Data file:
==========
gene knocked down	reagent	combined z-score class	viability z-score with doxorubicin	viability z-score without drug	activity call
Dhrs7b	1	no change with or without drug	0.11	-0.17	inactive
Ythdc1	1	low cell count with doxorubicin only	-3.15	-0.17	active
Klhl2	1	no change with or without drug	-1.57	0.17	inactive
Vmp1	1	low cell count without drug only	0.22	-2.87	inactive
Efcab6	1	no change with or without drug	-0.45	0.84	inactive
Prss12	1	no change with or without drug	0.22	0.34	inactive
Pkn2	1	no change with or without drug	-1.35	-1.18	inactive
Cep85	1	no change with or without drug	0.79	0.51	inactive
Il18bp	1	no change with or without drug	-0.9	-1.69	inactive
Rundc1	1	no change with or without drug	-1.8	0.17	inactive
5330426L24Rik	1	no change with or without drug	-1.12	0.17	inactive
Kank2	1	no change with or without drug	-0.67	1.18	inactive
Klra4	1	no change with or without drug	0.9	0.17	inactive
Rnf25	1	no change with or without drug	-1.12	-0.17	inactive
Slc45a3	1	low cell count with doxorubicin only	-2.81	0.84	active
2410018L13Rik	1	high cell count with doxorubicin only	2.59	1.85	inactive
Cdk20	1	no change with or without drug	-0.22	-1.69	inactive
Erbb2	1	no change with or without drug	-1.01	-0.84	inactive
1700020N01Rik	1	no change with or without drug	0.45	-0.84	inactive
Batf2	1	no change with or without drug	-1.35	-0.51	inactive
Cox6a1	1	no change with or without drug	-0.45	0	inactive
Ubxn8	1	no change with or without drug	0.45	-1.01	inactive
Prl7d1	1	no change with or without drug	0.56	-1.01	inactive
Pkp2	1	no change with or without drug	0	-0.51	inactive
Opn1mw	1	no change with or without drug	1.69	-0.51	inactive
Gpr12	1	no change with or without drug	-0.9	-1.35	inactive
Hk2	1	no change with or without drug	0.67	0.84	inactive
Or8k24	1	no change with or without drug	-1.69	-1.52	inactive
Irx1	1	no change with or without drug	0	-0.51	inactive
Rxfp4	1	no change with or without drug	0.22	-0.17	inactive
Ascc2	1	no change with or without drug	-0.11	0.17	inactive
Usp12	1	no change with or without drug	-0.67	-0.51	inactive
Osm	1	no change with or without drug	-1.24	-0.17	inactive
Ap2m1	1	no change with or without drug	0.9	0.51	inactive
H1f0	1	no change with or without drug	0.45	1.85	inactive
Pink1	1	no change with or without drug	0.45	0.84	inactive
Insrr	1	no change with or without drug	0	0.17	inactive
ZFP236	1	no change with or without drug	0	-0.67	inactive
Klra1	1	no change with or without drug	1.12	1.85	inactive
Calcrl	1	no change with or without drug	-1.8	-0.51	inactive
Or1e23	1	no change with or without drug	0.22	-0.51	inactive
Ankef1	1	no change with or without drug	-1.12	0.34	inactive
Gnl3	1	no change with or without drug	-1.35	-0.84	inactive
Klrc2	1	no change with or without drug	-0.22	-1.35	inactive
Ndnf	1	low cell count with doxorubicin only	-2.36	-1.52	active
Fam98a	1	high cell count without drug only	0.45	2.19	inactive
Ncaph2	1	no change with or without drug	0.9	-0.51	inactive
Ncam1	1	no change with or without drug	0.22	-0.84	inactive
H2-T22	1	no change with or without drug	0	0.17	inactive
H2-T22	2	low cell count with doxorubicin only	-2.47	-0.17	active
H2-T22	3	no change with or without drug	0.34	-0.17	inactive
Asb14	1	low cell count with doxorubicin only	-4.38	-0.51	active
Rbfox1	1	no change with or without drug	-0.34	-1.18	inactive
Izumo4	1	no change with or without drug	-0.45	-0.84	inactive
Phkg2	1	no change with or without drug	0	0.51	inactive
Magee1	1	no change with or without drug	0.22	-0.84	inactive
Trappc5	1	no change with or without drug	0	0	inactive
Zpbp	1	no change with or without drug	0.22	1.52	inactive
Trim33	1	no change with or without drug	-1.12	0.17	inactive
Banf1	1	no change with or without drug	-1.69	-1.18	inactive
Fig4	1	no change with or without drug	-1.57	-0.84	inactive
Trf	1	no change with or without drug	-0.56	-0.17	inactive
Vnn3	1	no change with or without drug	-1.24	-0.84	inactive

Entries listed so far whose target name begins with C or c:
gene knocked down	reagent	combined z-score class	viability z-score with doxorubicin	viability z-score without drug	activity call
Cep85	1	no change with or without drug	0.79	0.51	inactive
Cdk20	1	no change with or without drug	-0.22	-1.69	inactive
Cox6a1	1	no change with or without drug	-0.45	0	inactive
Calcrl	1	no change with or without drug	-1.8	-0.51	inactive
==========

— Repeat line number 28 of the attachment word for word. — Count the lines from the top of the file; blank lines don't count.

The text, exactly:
Hk2	1	no change with or without drug	0.67	0.84	inactive